15 August 2019

Book Review: Richard II: A True King's Fall, by Kathryn Warner


Available on Amazon UK and Amazon US

Where the famous portrait on Henry VIII makes him seem powerful, the familiar image of Richard II in Westminster Abbey (see book cover) achieves quite the opposite. I'd always thought he looks sad - and was unsurprised to discover a contemporary chronicler described him as 'pensive'.

Kathryn Warner, as an acknowledged expert on Richard II, has crammed her book with a wealth of fascinating details, yet the image of Richard which emerges is one of an unhappy life. Her choice of ' A True King's Fall' as her title is significant.

He inherited a kingdom ravaged by the plague and simmering with rebellion. The Scots tested his borders to the north and the old noble families of England jockeyed for power and influence, making it impossible to Richard to be certain who he could trust.

This book reveals more truth than I expected in Shakespeare's unflattering portrayal of Richard. Many accounts hint at his mental health problems, and he proved an ineffective king, yet undeserving of his lonely death by starvation - or responsibility for the Wars of the Roses.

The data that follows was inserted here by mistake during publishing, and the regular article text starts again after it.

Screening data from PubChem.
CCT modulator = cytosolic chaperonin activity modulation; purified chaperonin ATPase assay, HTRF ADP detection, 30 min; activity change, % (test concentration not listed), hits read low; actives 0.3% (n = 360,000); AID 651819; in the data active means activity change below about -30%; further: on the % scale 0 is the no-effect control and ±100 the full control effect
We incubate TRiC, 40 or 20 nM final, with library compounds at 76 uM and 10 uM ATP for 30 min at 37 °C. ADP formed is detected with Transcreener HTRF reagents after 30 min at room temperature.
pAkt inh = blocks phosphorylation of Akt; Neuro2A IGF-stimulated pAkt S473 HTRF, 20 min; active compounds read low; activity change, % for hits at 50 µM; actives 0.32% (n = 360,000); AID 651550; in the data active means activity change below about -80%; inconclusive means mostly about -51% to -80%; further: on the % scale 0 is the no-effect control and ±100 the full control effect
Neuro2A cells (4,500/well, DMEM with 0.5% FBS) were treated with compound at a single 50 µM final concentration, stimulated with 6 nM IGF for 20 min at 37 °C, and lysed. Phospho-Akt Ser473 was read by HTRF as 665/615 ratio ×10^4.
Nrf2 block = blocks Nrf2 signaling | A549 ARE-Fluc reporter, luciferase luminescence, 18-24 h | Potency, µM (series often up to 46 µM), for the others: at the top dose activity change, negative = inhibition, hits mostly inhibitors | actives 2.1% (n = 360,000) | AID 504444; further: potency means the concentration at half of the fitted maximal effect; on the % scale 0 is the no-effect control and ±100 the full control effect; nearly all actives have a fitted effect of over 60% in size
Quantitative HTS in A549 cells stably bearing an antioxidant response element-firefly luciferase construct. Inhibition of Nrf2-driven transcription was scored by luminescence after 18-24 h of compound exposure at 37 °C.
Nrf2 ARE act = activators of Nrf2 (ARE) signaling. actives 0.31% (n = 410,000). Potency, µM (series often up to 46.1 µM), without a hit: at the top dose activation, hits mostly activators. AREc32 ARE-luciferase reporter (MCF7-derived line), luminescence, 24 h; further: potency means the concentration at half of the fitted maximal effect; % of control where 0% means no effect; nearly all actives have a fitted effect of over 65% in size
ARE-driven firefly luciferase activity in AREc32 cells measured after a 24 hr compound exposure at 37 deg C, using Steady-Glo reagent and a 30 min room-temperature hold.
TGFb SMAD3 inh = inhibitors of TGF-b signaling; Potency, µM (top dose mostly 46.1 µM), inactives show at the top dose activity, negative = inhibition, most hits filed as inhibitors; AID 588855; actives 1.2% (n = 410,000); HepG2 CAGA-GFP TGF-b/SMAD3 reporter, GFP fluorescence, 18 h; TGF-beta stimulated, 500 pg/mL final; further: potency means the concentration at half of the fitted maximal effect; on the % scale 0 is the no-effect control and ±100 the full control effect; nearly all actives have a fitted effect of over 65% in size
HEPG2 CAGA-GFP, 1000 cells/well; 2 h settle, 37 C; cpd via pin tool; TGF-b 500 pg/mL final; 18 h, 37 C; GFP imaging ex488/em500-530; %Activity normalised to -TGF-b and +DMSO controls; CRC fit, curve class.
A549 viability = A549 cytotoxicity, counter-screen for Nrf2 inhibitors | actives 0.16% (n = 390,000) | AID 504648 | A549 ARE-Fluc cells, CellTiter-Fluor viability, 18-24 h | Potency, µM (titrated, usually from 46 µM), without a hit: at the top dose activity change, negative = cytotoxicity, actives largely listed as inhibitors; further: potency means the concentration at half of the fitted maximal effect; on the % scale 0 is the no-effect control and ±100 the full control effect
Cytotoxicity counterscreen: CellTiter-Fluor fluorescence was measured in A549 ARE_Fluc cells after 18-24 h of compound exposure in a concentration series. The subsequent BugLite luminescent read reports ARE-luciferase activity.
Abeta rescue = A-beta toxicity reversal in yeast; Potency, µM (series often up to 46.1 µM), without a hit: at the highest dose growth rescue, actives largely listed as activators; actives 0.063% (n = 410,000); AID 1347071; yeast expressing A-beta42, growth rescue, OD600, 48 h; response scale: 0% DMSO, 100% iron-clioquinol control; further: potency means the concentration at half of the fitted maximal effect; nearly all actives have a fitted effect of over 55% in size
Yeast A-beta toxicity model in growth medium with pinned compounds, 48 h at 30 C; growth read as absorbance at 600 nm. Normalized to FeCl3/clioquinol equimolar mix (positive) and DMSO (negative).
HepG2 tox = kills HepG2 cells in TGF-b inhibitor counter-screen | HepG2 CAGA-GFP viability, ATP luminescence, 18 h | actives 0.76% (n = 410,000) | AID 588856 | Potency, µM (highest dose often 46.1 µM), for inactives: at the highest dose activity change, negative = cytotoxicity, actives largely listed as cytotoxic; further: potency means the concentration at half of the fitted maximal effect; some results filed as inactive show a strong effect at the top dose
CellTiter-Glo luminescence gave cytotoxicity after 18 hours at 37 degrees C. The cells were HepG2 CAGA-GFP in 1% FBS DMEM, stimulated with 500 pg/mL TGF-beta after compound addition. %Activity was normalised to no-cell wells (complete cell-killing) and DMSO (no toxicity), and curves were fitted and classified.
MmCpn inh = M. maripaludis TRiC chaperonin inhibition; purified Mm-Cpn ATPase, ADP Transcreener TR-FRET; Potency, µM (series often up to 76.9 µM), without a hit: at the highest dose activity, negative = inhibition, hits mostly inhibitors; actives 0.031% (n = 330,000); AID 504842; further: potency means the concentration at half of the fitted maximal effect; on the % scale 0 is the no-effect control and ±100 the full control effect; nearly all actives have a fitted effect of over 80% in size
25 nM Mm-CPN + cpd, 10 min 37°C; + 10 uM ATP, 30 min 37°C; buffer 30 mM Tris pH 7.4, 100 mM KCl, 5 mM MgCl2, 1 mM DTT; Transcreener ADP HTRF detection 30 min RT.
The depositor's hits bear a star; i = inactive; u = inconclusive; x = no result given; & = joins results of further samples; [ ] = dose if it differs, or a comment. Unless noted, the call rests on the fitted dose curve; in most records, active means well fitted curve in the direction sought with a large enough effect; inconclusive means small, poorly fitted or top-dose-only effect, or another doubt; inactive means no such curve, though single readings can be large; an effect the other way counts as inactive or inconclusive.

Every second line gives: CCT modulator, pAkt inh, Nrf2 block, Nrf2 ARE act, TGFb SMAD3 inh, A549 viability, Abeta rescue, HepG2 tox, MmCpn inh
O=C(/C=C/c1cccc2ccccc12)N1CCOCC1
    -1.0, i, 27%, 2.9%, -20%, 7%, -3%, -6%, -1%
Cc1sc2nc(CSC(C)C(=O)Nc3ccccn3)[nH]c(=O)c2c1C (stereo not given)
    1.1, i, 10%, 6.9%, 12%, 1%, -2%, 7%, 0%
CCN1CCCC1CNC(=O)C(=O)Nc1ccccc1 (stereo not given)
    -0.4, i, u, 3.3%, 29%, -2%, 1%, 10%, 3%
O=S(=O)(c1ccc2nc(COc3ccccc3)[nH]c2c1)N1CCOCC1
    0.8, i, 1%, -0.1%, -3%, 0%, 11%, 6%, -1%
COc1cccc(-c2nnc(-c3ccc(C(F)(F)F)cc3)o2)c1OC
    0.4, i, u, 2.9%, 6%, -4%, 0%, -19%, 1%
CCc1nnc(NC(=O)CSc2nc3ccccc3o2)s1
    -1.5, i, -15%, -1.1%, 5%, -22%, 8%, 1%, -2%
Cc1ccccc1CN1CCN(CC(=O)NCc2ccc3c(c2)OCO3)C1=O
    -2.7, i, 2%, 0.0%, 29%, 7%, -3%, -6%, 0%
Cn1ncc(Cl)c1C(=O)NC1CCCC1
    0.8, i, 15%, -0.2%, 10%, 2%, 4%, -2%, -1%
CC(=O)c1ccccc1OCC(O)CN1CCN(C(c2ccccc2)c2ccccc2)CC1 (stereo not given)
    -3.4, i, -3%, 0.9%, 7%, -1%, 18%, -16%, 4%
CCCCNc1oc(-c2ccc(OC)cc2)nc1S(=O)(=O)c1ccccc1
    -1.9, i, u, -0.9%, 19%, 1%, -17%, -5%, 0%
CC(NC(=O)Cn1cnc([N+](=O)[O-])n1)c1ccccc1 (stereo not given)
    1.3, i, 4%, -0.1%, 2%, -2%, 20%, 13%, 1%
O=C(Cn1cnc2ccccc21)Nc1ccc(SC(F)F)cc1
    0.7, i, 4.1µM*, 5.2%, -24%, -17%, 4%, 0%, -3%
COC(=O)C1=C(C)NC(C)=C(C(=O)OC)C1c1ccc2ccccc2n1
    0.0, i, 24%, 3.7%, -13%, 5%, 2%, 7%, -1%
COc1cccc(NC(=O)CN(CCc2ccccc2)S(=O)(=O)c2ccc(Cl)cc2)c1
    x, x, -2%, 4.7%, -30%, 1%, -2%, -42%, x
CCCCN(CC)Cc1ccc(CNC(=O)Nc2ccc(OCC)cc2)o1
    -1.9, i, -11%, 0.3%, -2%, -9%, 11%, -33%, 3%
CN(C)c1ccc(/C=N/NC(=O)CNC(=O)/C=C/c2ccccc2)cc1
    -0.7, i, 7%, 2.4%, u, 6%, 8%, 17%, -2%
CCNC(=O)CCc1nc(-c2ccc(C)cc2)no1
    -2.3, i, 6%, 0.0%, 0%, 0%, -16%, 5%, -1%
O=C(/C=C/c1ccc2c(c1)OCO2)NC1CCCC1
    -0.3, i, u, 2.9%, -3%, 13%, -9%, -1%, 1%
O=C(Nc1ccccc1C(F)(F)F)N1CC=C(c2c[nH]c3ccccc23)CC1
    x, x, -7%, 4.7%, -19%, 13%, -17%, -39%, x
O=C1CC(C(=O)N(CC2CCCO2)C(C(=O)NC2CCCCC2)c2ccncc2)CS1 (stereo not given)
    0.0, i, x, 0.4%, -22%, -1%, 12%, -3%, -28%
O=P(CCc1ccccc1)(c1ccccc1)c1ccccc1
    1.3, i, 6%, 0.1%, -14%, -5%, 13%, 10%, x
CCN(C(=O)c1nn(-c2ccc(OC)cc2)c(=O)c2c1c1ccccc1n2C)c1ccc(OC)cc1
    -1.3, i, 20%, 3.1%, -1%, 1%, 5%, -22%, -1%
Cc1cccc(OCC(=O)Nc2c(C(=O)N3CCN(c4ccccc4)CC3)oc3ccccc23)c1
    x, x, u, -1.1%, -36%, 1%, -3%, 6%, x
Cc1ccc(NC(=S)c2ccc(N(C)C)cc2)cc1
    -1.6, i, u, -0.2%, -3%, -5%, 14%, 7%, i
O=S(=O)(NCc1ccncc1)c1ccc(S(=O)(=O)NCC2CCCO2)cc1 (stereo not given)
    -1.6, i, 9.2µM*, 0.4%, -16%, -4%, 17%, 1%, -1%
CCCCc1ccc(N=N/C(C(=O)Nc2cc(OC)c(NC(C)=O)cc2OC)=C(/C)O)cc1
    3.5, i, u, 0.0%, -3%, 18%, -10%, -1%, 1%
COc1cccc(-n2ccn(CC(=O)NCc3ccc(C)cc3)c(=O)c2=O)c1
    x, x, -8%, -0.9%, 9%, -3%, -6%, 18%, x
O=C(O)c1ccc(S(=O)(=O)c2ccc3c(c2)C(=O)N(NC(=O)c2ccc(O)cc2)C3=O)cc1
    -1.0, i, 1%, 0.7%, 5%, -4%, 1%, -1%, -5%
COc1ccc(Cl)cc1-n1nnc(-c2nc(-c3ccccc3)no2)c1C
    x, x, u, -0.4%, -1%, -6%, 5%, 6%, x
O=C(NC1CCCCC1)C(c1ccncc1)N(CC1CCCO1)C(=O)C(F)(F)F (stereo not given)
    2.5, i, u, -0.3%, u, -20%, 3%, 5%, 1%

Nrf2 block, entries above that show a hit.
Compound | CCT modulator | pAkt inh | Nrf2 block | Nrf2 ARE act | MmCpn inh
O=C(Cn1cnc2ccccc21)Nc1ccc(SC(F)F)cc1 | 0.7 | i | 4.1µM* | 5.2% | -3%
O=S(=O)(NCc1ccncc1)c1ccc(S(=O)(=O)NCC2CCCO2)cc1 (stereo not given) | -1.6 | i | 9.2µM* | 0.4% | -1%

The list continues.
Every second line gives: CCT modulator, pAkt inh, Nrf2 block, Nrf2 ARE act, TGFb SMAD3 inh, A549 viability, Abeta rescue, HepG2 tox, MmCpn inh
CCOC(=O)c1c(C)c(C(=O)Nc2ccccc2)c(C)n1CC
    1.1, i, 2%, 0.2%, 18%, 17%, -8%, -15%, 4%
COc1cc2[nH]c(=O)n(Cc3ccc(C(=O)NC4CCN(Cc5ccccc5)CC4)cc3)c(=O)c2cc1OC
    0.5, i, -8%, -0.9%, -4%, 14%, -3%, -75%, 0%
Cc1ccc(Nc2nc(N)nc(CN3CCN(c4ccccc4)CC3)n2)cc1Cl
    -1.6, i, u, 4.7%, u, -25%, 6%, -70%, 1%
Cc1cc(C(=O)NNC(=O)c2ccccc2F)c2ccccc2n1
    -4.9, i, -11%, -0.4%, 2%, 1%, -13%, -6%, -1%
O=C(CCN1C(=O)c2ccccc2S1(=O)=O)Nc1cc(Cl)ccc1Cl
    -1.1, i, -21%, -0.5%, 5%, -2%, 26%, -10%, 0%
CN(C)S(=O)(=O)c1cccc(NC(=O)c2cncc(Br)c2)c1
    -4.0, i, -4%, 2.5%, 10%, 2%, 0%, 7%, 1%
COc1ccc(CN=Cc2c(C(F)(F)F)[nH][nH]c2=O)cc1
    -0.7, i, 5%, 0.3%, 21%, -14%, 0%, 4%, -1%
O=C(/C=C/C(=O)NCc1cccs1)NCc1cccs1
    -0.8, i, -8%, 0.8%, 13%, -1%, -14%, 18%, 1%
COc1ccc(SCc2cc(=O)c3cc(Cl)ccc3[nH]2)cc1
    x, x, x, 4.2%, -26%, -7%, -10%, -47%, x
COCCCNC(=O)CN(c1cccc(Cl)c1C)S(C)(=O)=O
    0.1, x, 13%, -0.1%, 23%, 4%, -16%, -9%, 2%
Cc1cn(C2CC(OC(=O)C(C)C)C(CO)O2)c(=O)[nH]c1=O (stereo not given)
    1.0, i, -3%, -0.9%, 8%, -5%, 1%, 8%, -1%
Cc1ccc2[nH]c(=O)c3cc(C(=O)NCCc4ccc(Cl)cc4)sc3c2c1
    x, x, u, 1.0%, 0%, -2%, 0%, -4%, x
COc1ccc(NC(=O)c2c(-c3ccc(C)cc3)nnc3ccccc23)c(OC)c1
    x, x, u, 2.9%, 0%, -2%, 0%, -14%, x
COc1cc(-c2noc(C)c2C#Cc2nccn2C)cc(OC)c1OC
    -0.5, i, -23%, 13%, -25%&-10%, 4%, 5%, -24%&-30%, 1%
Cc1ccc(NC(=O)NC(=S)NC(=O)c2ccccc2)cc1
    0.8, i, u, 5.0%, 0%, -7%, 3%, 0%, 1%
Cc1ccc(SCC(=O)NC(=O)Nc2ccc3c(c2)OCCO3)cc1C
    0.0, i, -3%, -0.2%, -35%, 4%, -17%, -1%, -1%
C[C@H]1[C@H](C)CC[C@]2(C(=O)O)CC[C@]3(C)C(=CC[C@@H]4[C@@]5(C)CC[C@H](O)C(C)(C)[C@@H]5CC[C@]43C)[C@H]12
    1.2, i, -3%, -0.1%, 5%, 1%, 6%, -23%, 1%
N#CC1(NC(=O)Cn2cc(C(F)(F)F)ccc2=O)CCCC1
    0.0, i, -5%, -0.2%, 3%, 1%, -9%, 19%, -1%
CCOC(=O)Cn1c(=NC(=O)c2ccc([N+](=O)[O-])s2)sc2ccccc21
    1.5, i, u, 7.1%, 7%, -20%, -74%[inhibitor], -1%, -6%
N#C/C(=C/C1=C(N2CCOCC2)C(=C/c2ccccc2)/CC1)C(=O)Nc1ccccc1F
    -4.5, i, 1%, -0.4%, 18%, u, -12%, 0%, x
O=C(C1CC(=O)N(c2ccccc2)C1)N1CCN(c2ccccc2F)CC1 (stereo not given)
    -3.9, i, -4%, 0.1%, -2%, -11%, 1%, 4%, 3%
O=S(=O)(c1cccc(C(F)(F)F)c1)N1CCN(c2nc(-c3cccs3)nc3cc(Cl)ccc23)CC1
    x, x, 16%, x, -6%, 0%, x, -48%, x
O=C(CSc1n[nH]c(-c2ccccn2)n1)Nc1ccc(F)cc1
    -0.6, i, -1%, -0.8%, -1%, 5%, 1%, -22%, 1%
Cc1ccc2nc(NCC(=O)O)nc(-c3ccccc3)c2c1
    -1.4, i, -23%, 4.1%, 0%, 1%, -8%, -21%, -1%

Tony Riches

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About the Author

Kathryn Warner grew up in the Lake District in the north-west of England, and gained a BA and an MA with Distinction in medieval history and literature from the University of Manchester. She is a specialist in the history of the fourteenth century and has been researching and writing about Edward II's reign since 2004, and have run a blog about him since December 2005. Future projects include biographies of Edward III's queen Philippa of Hainault, their son John of Gaunt, Edward I's five daughters, and a joint biography of the medieval Despenser family. Find out more at Kathryn's blog and find her on Twitter @RoyneAlianore

See Also:

Blood Roses: The Houses of Lancaster and York before the Wars of the Roses, by Kathryn Warner

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